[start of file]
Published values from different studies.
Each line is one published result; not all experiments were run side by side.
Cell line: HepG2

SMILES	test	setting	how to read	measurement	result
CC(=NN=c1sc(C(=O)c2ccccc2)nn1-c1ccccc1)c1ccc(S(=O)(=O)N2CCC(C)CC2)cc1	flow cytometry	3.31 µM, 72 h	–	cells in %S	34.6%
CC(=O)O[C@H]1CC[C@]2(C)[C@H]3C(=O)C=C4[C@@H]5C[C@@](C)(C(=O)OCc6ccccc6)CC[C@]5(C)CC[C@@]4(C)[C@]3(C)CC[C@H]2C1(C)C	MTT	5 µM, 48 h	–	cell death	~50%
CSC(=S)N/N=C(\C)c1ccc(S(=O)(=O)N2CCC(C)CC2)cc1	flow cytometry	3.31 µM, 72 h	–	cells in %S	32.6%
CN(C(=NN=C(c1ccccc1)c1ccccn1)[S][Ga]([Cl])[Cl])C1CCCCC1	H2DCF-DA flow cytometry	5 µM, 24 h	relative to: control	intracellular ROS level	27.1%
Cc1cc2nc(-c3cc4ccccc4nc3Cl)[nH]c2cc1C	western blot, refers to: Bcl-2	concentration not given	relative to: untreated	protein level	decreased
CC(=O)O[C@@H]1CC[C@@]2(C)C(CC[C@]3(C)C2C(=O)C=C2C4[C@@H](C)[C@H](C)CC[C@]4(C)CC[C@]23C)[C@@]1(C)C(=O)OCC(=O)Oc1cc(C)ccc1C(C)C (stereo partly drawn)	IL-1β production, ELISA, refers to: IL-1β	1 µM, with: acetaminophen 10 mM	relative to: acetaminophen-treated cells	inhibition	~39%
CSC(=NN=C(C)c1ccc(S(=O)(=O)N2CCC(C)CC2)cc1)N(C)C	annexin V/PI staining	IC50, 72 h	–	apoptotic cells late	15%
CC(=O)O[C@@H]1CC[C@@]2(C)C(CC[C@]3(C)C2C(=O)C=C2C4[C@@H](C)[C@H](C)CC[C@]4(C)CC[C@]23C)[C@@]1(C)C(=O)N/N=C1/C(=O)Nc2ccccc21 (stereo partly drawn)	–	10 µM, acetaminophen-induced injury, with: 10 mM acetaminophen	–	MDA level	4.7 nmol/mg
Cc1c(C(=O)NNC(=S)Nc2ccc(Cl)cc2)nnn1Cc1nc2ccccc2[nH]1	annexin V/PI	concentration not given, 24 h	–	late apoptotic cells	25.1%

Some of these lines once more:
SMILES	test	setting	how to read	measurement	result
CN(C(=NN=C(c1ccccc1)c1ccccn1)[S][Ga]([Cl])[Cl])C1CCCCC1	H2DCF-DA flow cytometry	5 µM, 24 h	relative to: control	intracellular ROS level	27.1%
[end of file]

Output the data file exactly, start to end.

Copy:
Published values from different studies.
Each line is one published result; not all experiments were run side by side.
Cell line: HepG2

SMILES	test	setting	how to read	measurement	result
CC(=NN=c1sc(C(=O)c2ccccc2)nn1-c1ccccc1)c1ccc(S(=O)(=O)N2CCC(C)CC2)cc1	flow cytometry	3.31 µM, 72 h	–	cells in %S	34.6%
CC(=O)O[C@H]1CC[C@]2(C)[C@H]3C(=O)C=C4[C@@H]5C[C@@](C)(C(=O)OCc6ccccc6)CC[C@]5(C)CC[C@@]4(C)[C@]3(C)CC[C@H]2C1(C)C	MTT	5 µM, 48 h	–	cell death	~50%
CSC(=S)N/N=C(\C)c1ccc(S(=O)(=O)N2CCC(C)CC2)cc1	flow cytometry	3.31 µM, 72 h	–	cells in %S	32.6%
CN(C(=NN=C(c1ccccc1)c1ccccn1)[S][Ga]([Cl])[Cl])C1CCCCC1	H2DCF-DA flow cytometry	5 µM, 24 h	relative to: control	intracellular ROS level	27.1%
Cc1cc2nc(-c3cc4ccccc4nc3Cl)[nH]c2cc1C	western blot, refers to: Bcl-2	concentration not given	relative to: untreated	protein level	decreased
CC(=O)O[C@@H]1CC[C@@]2(C)C(CC[C@]3(C)C2C(=O)C=C2C4[C@@H](C)[C@H](C)CC[C@]4(C)CC[C@]23C)[C@@]1(C)C(=O)OCC(=O)Oc1cc(C)ccc1C(C)C (stereo partly drawn)	IL-1β production, ELISA, refers to: IL-1β	1 µM, with: acetaminophen 10 mM	relative to: acetaminophen-treated cells	inhibition	~39%
CSC(=NN=C(C)c1ccc(S(=O)(=O)N2CCC(C)CC2)cc1)N(C)C	annexin V/PI staining	IC50, 72 h	–	apoptotic cells late	15%
CC(=O)O[C@@H]1CC[C@@]2(C)C(CC[C@]3(C)C2C(=O)C=C2C4[C@@H](C)[C@H](C)CC[C@]4(C)CC[C@]23C)[C@@]1(C)C(=O)N/N=C1/C(=O)Nc2ccccc21 (stereo partly drawn)	–	10 µM, acetaminophen-induced injury, with: 10 mM acetaminophen	–	MDA level	4.7 nmol/mg
Cc1c(C(=O)NNC(=S)Nc2ccc(Cl)cc2)nnn1Cc1nc2ccccc2[nH]1	annexin V/PI	concentration not given, 24 h	–	late apoptotic cells	25.1%

Some of these lines once more:
SMILES	test	setting	how to read	measurement	result
CN(C(=NN=C(c1ccccc1)c1ccccn1)[S][Ga]([Cl])[Cl])C1CCCCC1	H2DCF-DA flow cytometry	5 µM, 24 h	relative to: control	intracellular ROS level	27.1%